Republican Rep. Nicole Malliotakis will hold on to Staten Island’s congressional seat, fending off her challenger and predecessor Max Rose in the closely watched battle for New York City’s most conservative district.

The Associated Press called the race for Malliotakis just after 9:30 p.m. Shortly after the race was called Rose conceded.

In a short victory speech, Malliotakis highlighted her "amazing mandate from the people of Staten Island and southern Brooklyn," adding she was hopeful her race would auger similar results both in New York and across the country.

"The first thing we're going to do is fire Nancy Pelosi!" she said, earning the biggest applause of the night from the crowd of supporters.

Rose, a moderate Democrat and Army veteran, narrowly lost the seat to Malliotakis in 2020, two years after pulling off an upset that helped propel the blue wave across the U.S.

As Democrats cling to a narrow majority in the House, the race for the 11th Congressional District – which also includes the southern Brooklyn neighborhoods of Gravesend, Dyker Heights, and Bensonhurst – was once again seen as a potential national bellwether.

Like many Democrats, Rose sought to galvanize voter concerns over abortion, but struggled to overcome his opponent’s messaging on crime, immigration and the economy.

While registered Democrats outnumber Republicans on Staten Island, the historical swing borough has become increasingly red, and overwhelmingly backed President Donald Trump in the previous two elections.

Malliotakis, too, has moved rightward. Once skeptical of Donald Trump, she has fully embraced the former president, touting his campaign endorsement and calling on him to help get out the vote in recent weeks.

On her third day as a member of Congress, she voted to overturn the election results showing President Joe Biden’s victory – a move that was widely condemned among New Yorkers.

But Malliotakis retained strong support from the city’s police unions, echoing their attacks on the state’s bail reform as the disastrous result of New York’s “one-party rule.”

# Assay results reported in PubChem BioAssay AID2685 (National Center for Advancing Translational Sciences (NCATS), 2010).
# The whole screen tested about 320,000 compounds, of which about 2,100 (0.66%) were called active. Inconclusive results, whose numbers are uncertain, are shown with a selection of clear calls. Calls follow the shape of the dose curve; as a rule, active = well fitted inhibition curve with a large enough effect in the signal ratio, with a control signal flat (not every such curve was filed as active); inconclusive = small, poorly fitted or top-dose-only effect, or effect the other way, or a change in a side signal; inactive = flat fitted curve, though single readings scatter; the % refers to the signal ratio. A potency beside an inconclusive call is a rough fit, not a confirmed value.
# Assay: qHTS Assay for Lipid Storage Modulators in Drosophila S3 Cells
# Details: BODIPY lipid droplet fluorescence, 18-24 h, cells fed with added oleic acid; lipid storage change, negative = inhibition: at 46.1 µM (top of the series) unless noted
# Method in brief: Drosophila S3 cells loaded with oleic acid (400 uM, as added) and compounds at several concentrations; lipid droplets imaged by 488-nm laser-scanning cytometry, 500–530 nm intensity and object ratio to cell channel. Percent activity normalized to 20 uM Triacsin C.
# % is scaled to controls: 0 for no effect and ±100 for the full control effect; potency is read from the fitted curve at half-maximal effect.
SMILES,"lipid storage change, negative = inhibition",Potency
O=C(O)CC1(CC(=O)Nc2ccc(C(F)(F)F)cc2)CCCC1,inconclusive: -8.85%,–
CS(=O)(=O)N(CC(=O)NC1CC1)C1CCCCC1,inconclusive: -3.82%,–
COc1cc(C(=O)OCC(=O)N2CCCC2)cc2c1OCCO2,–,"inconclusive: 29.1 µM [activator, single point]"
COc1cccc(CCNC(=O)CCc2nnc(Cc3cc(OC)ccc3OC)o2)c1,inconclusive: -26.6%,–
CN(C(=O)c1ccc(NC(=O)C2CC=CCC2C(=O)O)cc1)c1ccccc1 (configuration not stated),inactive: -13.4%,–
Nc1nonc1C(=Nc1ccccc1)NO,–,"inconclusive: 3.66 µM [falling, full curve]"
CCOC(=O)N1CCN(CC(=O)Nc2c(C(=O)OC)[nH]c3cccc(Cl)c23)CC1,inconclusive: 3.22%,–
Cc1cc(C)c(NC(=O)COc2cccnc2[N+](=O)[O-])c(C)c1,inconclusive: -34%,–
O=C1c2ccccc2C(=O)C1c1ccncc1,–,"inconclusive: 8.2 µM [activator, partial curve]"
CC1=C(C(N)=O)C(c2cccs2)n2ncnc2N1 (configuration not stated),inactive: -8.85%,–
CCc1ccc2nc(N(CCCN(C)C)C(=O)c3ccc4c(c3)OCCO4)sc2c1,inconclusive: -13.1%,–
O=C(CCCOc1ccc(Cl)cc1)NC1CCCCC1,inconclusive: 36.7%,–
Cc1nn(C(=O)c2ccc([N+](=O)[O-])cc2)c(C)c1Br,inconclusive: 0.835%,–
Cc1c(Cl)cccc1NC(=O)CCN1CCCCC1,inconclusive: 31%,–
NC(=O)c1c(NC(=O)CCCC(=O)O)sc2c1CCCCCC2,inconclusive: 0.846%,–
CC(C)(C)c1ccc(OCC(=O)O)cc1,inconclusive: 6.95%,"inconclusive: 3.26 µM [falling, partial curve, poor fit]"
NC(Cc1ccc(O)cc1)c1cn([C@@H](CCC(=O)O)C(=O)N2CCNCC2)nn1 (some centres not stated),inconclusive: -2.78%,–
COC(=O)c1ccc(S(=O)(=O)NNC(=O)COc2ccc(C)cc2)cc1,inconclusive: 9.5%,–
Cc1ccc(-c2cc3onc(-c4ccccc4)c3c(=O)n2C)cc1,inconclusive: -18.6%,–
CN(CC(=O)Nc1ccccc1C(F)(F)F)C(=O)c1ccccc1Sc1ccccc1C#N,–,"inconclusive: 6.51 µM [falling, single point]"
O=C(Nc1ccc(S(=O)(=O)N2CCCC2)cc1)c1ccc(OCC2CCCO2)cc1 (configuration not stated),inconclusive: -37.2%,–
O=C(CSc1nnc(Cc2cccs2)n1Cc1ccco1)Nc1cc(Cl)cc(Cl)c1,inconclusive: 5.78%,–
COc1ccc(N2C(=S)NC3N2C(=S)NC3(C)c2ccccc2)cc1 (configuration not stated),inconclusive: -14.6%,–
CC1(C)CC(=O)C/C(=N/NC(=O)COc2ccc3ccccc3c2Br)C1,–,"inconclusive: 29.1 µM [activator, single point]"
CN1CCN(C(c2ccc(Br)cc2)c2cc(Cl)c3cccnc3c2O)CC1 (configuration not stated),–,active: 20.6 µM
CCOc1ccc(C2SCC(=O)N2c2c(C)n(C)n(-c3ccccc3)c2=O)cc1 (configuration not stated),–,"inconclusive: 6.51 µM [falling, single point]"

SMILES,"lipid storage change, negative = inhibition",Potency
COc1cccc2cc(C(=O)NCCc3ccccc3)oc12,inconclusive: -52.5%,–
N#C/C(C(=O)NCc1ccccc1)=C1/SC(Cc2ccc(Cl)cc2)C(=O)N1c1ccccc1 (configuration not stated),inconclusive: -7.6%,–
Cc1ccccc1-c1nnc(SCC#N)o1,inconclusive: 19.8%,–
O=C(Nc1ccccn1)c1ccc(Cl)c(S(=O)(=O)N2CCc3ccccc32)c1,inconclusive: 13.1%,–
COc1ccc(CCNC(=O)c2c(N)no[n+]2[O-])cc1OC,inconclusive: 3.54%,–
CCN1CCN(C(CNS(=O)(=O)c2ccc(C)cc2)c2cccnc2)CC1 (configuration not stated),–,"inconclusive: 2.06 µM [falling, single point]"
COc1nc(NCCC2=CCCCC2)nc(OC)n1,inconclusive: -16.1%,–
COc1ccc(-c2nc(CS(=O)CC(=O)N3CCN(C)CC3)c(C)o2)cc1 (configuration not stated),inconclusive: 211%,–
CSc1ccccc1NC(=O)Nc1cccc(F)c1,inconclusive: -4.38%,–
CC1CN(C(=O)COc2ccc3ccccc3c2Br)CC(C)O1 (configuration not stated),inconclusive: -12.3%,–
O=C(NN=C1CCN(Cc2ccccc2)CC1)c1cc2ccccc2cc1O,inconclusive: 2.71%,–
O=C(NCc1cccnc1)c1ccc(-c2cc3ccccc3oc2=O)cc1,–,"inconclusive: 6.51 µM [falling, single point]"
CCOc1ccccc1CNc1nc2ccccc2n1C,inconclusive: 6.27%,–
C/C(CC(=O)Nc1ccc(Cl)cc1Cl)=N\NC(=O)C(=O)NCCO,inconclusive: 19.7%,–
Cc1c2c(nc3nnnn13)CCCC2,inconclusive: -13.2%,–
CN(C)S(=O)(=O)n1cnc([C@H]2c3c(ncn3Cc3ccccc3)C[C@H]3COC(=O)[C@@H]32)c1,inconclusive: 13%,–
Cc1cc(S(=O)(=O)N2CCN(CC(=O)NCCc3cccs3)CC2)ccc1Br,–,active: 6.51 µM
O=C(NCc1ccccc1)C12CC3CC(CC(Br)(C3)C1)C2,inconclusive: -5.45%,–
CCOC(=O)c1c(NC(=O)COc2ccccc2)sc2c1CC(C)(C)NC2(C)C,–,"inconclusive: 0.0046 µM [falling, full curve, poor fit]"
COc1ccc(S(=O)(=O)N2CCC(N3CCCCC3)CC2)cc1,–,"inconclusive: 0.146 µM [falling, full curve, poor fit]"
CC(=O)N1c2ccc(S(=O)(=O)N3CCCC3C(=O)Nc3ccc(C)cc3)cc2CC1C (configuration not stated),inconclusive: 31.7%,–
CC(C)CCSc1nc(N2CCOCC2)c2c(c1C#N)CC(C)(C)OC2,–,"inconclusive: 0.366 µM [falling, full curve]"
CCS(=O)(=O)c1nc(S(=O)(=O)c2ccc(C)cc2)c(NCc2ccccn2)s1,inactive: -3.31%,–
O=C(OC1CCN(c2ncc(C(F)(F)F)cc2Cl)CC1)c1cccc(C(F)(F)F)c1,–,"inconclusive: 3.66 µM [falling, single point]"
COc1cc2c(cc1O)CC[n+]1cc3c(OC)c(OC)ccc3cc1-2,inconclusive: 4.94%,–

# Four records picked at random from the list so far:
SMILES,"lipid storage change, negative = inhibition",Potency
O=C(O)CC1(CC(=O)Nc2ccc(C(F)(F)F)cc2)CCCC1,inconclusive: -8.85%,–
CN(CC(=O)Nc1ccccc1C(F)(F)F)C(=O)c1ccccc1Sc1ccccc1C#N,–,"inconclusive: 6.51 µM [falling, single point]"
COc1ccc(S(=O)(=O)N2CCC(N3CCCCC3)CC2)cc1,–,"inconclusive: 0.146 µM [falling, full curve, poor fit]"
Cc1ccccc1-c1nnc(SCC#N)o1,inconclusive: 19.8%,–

And she capitalized on the arrival of asylum-seekers on Staten Island, rallying alongside other elected officials to denounce the borough’s new hotel shelters.

Rose, meanwhile, walked a careful line, distancing himself from Democrats on issues such as bail reform and immigration, while offering himself as a pragmatic alternative to what he called Malliotakis’ far-right beliefs.

Rose called specific attention to her opposition to abortion rights, an issue Malliotakis has sought to downplay in the wake of the decision to overturn Roe v. Wade, even as she voted against bills that would maintain access to abortion in certain states and allow people to use to out-of-state services.

In a recent interview with Gothamist, Rose acknowledged that voters were “complicated,” but said he was holding out hope that his former constituents would turn out to oppose the Republican attack on reproductive rights.

“It gets to the very fiber of who we are as a nation,” he said. “And it's in danger.”

Rose kept his concession speech upbeat, but he did get in at least one dig at Malliotakis for challenging the results of the last presidential election.

“While tonight’s outcome was certainly not the outcome we were hoping for, in this party and as proud Americans, we respect the outcomes of elections,” he said.

At Rose's election night party shortly after the results were called, Staten Island native Charles Greinsky, 71, who once sat on the city’s Civilian Complaint Review Board and served as a member of former Mayor Bill de Blasio’s veterans advisory board, lamented that both the left and right are being taken over by people on the political fringes.

But, in particular, he said he worried about Staten Island moving farther to the right.

“I know the duplicitousness of Nicole and anyone who wants the support of this crazy yellow haired president does not represent me,” Greinsky said, referring to Trump.

This story has been updated with comments from Nicole Malliotakis and Max Rose.